Posted by Mission146
Aug 14, 2018

Cleveland Against the Spread

DISCLAIMER: This article is for entertainment and research purposes only and should not be used to inform any actual betting decisions. Past performances are not necessarily an indicator of future results and all content within simply reflects past data.

This is the first of this year’s, “Crossing the Line,” series, which is going to look at the performance of NFL teams relative to the point spread for the last several years.

Prior to last year, there was no doubt that the new incarnation of the Cleveland Browns is a historically bad football team. In order to silence all of the doubters, “The mistake by the lake,” decided to post up an 0-16 season, matched only by the 2008 Detroit Lions.

To their credit, they were arguably better than that year’s Lions, as I discussed in this article.

There can be no question that the Browns have been historically awful over a longer stretch of time, as we it upon late in the aforementioned article.

In fact, the Browns may be so bad that Vegas has no idea what to do with them. More than that, the Browns might be so bad that sports bettors have no idea what to do with them.

Vegas Insider is an incredible resource that bettors can use to research current lines going back to 2012 with relative ease.

The VI consensus line is simply the mean average of what every sportsbook has done, and for games that have already been played, the, “Odds,” reflect the closing VI consensus line.

With that in mind, here are the results of the Browns’ performances against the spread for the last six NFL Seasons, results in parenthesis mean that they lost against the spread and results not in parenthesis mean they beat the spread. A week with an ‘X’ indicates a bye week. 2012:

1 2 3 4 5 6 7 8 9 10 11 12 13 14 15 16 17
8 0 (7) 4 (6) 11.5 (3) 4 (6.5) X 4 7 5 16 (21) (11) (4)


The Browns went 8-7 against the spread for 2012 and finished a total of (3.5) worse than the spread, which is to say 0.21875 PPG worse than the spread. In other words, the spread was darn close that year.

For 2013:

1 2 3 4 5 6 7 8 9 10 11 12 13 14 15 16 17
(15.5) (1.5) 11 14.5 9.5 (12) (9.5) 1 8 X (16.5) (18.5) (11) 9 6 (8.5) (3.5)


That year, the Browns went 6-10 against the spread for a net differential of (27.5) points, meaning they missed the spread by 1.71875 PPG.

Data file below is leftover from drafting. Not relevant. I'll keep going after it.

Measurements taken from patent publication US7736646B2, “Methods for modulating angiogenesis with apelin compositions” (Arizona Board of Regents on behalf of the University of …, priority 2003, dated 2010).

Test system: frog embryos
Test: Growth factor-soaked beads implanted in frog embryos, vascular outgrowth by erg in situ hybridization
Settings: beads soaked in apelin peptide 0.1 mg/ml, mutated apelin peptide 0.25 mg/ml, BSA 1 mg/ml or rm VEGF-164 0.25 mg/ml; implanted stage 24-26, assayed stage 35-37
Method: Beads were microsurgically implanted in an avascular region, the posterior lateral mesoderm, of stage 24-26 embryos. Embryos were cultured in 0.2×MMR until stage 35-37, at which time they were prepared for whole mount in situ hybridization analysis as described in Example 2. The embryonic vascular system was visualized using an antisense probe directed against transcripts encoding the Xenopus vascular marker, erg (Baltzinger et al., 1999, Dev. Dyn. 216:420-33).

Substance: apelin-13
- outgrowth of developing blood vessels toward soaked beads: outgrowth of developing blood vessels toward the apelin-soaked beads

1 2 3 4 5 6 7 8 9 10 11 12 13 14 15 16 17
3 7 0 X 0 14.5 (22) 3.5 (2) 27.5 (20) 4.5 (13) 2 (32) 2 4


The Browns would finish 9-5 against the spread for 2014 despite a net points differential of (21) which is 1.3125 PPG negative differential. As we can see, that is mainly attributable to the fact that they were completely blown out in Weeks 7, 11, 13 and 15 and only blew other teams out in weeks 6 and 10. Again, relative to the spread.


1 2 3 4 5 6 7 8 9 10 11 12 13 14 15 16 17
(17.5) 1.5 (10.5) 2 9 0 ​(12) (7) (8) (14.5) X (12) (26.5) 11.5 (2.5) 7.5 3


The Browns would finish 5-10 against the spread in their 2015 campaign with a net 62.5 points worse 3.90625 PPG worse than the spread. This trend would basically continue the following two years:


1 2 3 4 5 6 7 8 9 10 11 12 13 14 15 16 17
(15.5) (.5) 4 (3.5) (10) (5.5) (2.5) (.5) (18) (13.5) (6) (7.5) X (8) (9.5) 8 .5


The Browns would finish the 2016 Season a horrendous (88) net points, or 5.5 PPG net negative points against the spread. Their record against the spread would be 4-12 and Vegas almost needed to give the Browns another Touchdown every game (mean average) for the Browns to perform to the spread. The results would have at least been closer to what bettors expected if they had.

Finally, 2017:

1 2 3 4 5 6 7 8 9 10 11 12 13 14 15 16 17
7 (6.5) (4) (20.5) (1.5) (8.5) 3 (6) X (4) (5) (6.5) 4.5 (3.5) (10) (11.5) 1


The Browns would go a putrid 4-12 against the spread AGAIN! At this point, Vegas should very well have been prepared for them to be putrid after the 1-15 2016 campaign that went 4-12 against the spread with a negative 88 net points differential ATS, but Vegas and the bettors were unprepared for just how bad the Browns would be.

The Browns would go a net negative points differential against the spread of (73) for 2017, which comes out to 4.5625 points per game. We know from the above-referenced Browns retrospective article that they were expected to lose by a mean average of 6.5 points per game, in fact, here is that chart again:

Vegas Spread Browns’ Performance
+10 7
+7.5 -6.5
-1(Colts) -4
+3.5 -20.5
+1.5 -1.5
​+7.5 -8.5
+6 3
+11 -6
+10 -4
+7 -5
+7.5 -6.5
+13.5 4.5
+2.5 -3.5
+7 -10
+5.5 -11.5
+5 1
Average: 104/16 = 6.5 Average -72/16 = -4.5


In other words, Vegas couldn’t give the Browns enough points which had been a theme for the previous two seasons, as well. In fact, even going back to when the Browns had been beating the spread, Vegas still hadn’t been giving them enough points overall.

Did the Browns Become so Bad They Broke Vegas?

What we are now going to do is construct another chart that looks at the Browns overall Win/Loss record v. their performance against the spread for the last six years:

2012 (3.5) (0.21875) 8-7 5-11 (66)
2013 (27.5) (1.71875) 6-10 4-12 (98)
2014 (21) (1.3125) 9-5 7-9 (38)
2015 (62.5) (3.90625) 5-10 3-13 (154)
2016 (88) (5.5) 4-12 1-15 (188)
2017 (73) (4.5625) 4-12 0-16 (176)
TOTALS/AVERAGES (275.5) (2.86979) Average 36-56 (4 Pushes) 20-76 (7.5) Average


In other words, the Cleveland Browns have lost their average game by 7.5 points over the last six years, but Vegas has only had them losing by about 4.63 points, on average.

In the last three years, the Browns have lost by an average of 10.79 points, but they have missed the spread by an average of 4.65625 points which means that the average spread was Browns +6.13375, roughly.